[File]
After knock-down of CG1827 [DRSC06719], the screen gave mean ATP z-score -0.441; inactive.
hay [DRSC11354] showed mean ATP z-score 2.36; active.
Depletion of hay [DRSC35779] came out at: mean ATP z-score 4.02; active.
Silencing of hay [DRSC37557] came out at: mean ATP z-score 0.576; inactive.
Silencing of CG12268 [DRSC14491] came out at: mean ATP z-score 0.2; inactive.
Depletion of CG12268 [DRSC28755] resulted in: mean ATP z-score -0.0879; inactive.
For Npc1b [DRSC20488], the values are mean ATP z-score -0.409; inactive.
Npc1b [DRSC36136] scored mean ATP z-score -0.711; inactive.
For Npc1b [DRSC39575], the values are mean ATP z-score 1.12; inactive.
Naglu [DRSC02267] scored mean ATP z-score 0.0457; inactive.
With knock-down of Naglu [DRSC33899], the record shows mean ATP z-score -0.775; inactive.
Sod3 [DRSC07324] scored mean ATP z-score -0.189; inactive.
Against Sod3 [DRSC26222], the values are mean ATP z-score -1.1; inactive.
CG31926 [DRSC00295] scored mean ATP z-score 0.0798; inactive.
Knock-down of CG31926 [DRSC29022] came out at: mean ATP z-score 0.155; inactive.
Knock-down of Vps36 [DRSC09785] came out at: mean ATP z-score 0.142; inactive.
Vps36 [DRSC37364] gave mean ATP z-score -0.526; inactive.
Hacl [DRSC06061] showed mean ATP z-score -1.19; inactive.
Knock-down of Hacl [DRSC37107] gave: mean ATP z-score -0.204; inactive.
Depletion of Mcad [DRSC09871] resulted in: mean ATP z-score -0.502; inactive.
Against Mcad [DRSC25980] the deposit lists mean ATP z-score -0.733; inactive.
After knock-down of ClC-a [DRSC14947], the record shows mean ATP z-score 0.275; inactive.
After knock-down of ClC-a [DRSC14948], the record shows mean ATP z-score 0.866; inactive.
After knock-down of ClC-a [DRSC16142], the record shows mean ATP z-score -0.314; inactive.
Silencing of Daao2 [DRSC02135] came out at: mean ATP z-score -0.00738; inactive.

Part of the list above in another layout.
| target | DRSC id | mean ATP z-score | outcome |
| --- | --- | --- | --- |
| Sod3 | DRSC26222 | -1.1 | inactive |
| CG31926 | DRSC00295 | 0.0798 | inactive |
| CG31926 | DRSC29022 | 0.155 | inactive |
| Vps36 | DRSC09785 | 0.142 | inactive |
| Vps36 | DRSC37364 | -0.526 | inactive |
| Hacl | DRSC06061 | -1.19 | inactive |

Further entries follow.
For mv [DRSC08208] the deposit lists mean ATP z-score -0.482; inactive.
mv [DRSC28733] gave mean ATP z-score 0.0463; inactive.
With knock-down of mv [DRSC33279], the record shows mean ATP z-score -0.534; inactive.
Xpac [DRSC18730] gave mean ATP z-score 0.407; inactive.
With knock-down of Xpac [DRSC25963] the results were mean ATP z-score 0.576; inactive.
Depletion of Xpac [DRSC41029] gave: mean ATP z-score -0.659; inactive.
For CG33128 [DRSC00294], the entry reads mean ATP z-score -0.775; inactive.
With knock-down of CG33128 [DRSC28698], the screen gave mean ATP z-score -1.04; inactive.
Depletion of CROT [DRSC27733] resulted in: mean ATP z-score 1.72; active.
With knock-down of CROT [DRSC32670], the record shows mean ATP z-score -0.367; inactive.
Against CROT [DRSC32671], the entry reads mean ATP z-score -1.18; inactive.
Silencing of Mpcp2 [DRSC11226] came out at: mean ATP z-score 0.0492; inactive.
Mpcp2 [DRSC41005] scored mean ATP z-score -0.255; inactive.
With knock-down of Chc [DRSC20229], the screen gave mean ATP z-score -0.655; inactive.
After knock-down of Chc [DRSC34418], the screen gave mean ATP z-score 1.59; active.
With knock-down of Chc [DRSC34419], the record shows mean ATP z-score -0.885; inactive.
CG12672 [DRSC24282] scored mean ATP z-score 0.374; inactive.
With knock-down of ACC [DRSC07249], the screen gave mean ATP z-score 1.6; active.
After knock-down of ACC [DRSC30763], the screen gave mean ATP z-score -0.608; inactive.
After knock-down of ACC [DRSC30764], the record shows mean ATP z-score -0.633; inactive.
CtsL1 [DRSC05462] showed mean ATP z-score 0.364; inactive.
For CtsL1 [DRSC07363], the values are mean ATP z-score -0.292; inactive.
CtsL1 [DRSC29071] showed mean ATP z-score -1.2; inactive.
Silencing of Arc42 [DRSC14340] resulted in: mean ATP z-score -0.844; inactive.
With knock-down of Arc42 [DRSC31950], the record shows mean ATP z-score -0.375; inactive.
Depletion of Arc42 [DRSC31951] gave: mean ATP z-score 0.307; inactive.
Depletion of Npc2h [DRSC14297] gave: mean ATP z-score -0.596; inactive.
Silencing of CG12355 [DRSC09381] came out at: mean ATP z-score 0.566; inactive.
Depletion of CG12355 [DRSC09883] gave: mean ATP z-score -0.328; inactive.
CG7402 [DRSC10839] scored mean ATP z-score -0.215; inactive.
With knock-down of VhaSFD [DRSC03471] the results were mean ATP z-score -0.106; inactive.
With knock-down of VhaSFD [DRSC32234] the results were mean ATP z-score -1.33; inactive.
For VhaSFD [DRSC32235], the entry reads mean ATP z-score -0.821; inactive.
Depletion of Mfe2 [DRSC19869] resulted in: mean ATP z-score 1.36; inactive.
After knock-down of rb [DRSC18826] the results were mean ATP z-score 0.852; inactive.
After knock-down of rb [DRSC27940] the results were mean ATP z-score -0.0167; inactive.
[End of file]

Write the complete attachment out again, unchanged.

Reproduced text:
After knock-down of CG1827 [DRSC06719], the screen gave mean ATP z-score -0.441; inactive.
hay [DRSC11354] showed mean ATP z-score 2.36; active.
Depletion of hay [DRSC35779] came out at: mean ATP z-score 4.02; active.
Silencing of hay [DRSC37557] came out at: mean ATP z-score 0.576; inactive.
Silencing of CG12268 [DRSC14491] came out at: mean ATP z-score 0.2; inactive.
Depletion of CG12268 [DRSC28755] resulted in: mean ATP z-score -0.0879; inactive.
For Npc1b [DRSC20488], the values are mean ATP z-score -0.409; inactive.
Npc1b [DRSC36136] scored mean ATP z-score -0.711; inactive.
For Npc1b [DRSC39575], the values are mean ATP z-score 1.12; inactive.
Naglu [DRSC02267] scored mean ATP z-score 0.0457; inactive.
With knock-down of Naglu [DRSC33899], the record shows mean ATP z-score -0.775; inactive.
Sod3 [DRSC07324] scored mean ATP z-score -0.189; inactive.
Against Sod3 [DRSC26222], the values are mean ATP z-score -1.1; inactive.
CG31926 [DRSC00295] scored mean ATP z-score 0.0798; inactive.
Knock-down of CG31926 [DRSC29022] came out at: mean ATP z-score 0.155; inactive.
Knock-down of Vps36 [DRSC09785] came out at: mean ATP z-score 0.142; inactive.
Vps36 [DRSC37364] gave mean ATP z-score -0.526; inactive.
Hacl [DRSC06061] showed mean ATP z-score -1.19; inactive.
Knock-down of Hacl [DRSC37107] gave: mean ATP z-score -0.204; inactive.
Depletion of Mcad [DRSC09871] resulted in: mean ATP z-score -0.502; inactive.
Against Mcad [DRSC25980] the deposit lists mean ATP z-score -0.733; inactive.
After knock-down of ClC-a [DRSC14947], the record shows mean ATP z-score 0.275; inactive.
After knock-down of ClC-a [DRSC14948], the record shows mean ATP z-score 0.866; inactive.
After knock-down of ClC-a [DRSC16142], the record shows mean ATP z-score -0.314; inactive.
Silencing of Daao2 [DRSC02135] came out at: mean ATP z-score -0.00738; inactive.

Part of the list above in another layout.
| target | DRSC id | mean ATP z-score | outcome |
| --- | --- | --- | --- |
| Sod3 | DRSC26222 | -1.1 | inactive |
| CG31926 | DRSC00295 | 0.0798 | inactive |
| CG31926 | DRSC29022 | 0.155 | inactive |
| Vps36 | DRSC09785 | 0.142 | inactive |
| Vps36 | DRSC37364 | -0.526 | inactive |
| Hacl | DRSC06061 | -1.19 | inactive |

Further entries follow.
For mv [DRSC08208] the deposit lists mean ATP z-score -0.482; inactive.
mv [DRSC28733] gave mean ATP z-score 0.0463; inactive.
With knock-down of mv [DRSC33279], the record shows mean ATP z-score -0.534; inactive.
Xpac [DRSC18730] gave mean ATP z-score 0.407; inactive.
With knock-down of Xpac [DRSC25963] the results were mean ATP z-score 0.576; inactive.
Depletion of Xpac [DRSC41029] gave: mean ATP z-score -0.659; inactive.
For CG33128 [DRSC00294], the entry reads mean ATP z-score -0.775; inactive.
With knock-down of CG33128 [DRSC28698], the screen gave mean ATP z-score -1.04; inactive.
Depletion of CROT [DRSC27733] resulted in: mean ATP z-score 1.72; active.
With knock-down of CROT [DRSC32670], the record shows mean ATP z-score -0.367; inactive.
Against CROT [DRSC32671], the entry reads mean ATP z-score -1.18; inactive.
Silencing of Mpcp2 [DRSC11226] came out at: mean ATP z-score 0.0492; inactive.
Mpcp2 [DRSC41005] scored mean ATP z-score -0.255; inactive.
With knock-down of Chc [DRSC20229], the screen gave mean ATP z-score -0.655; inactive.
After knock-down of Chc [DRSC34418], the screen gave mean ATP z-score 1.59; active.
With knock-down of Chc [DRSC34419], the record shows mean ATP z-score -0.885; inactive.
CG12672 [DRSC24282] scored mean ATP z-score 0.374; inactive.
With knock-down of ACC [DRSC07249], the screen gave mean ATP z-score 1.6; active.
After knock-down of ACC [DRSC30763], the screen gave mean ATP z-score -0.608; inactive.
After knock-down of ACC [DRSC30764], the record shows mean ATP z-score -0.633; inactive.
CtsL1 [DRSC05462] showed mean ATP z-score 0.364; inactive.
For CtsL1 [DRSC07363], the values are mean ATP z-score -0.292; inactive.
CtsL1 [DRSC29071] showed mean ATP z-score -1.2; inactive.
Silencing of Arc42 [DRSC14340] resulted in: mean ATP z-score -0.844; inactive.
With knock-down of Arc42 [DRSC31950], the record shows mean ATP z-score -0.375; inactive.
Depletion of Arc42 [DRSC31951] gave: mean ATP z-score 0.307; inactive.
Depletion of Npc2h [DRSC14297] gave: mean ATP z-score -0.596; inactive.
Silencing of CG12355 [DRSC09381] came out at: mean ATP z-score 0.566; inactive.
Depletion of CG12355 [DRSC09883] gave: mean ATP z-score -0.328; inactive.
CG7402 [DRSC10839] scored mean ATP z-score -0.215; inactive.
With knock-down of VhaSFD [DRSC03471] the results were mean ATP z-score -0.106; inactive.
With knock-down of VhaSFD [DRSC32234] the results were mean ATP z-score -1.33; inactive.
For VhaSFD [DRSC32235], the entry reads mean ATP z-score -0.821; inactive.
Depletion of Mfe2 [DRSC19869] resulted in: mean ATP z-score 1.36; inactive.
After knock-down of rb [DRSC18826] the results were mean ATP z-score 0.852; inactive.
After knock-down of rb [DRSC27940] the results were mean ATP z-score -0.0167; inactive.